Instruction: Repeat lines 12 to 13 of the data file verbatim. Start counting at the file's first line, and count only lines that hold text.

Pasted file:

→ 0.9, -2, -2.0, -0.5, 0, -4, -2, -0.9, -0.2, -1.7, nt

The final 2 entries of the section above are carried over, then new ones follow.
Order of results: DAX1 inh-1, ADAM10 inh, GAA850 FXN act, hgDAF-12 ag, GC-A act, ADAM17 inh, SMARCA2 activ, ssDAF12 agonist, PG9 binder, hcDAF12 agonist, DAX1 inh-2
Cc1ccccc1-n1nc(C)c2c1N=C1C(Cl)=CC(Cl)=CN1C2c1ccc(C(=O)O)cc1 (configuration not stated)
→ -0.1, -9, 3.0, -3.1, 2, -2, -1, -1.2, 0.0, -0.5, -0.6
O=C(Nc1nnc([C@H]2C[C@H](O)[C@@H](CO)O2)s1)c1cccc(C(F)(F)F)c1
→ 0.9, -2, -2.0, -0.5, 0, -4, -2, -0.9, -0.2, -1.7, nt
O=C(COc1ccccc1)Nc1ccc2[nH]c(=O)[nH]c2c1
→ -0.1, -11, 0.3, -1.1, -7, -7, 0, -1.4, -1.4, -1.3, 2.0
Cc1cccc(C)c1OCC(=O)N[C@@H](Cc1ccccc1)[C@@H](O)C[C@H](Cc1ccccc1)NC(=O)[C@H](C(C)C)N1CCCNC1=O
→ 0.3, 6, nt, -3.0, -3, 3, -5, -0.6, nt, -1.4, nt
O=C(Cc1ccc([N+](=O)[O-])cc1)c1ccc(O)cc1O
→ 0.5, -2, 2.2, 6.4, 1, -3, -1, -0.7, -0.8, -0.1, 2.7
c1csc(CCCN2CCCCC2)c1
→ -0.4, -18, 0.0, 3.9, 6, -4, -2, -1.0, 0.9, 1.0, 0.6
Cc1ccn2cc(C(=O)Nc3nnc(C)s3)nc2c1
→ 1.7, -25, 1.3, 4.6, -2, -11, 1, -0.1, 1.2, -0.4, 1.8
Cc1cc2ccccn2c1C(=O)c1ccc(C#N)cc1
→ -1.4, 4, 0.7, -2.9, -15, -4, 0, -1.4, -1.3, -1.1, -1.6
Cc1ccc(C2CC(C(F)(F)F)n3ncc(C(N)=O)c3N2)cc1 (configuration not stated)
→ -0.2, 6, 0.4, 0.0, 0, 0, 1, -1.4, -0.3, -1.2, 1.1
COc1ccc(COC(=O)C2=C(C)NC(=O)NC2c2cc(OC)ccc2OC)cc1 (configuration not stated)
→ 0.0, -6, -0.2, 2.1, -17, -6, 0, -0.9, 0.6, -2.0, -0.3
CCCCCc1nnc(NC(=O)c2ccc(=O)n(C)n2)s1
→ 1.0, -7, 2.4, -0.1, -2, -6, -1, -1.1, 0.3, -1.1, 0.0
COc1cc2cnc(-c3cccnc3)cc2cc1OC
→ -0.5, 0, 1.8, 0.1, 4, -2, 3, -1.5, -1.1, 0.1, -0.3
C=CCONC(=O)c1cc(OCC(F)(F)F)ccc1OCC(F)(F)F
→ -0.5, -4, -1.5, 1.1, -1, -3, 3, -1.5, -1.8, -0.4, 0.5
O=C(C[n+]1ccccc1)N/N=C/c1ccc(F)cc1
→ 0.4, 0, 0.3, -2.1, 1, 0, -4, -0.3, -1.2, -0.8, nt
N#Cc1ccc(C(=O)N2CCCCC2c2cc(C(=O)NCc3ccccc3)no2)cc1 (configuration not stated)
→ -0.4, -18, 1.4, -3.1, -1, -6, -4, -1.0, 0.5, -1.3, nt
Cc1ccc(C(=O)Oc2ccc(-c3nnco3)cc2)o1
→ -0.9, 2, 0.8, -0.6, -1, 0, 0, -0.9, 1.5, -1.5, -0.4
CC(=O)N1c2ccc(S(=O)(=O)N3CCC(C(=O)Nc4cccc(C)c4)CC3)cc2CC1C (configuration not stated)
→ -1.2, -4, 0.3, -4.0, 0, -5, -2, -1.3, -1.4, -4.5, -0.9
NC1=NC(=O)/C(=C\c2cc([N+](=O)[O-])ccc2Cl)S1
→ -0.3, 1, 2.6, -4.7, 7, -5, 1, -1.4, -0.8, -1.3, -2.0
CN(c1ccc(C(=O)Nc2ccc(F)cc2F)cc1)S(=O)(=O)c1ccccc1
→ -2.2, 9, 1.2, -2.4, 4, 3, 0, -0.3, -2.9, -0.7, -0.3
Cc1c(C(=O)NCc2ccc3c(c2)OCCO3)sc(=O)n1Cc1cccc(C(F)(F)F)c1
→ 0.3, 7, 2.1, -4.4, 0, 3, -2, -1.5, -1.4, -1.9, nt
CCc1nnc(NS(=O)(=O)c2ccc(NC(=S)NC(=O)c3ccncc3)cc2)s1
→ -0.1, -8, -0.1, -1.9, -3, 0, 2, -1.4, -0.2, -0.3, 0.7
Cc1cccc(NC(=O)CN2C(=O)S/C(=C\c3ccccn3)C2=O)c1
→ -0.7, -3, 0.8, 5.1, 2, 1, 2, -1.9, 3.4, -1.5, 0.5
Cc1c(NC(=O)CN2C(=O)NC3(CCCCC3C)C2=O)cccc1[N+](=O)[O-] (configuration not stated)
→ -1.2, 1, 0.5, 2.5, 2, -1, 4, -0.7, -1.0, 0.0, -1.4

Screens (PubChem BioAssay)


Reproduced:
O=C(Cc1ccc([N+](=O)[O-])cc1)c1ccc(O)cc1O
→ 0.5, -2, 2.2, 6.4, 1, -3, -1, -0.7, -0.8, -0.1, 2.7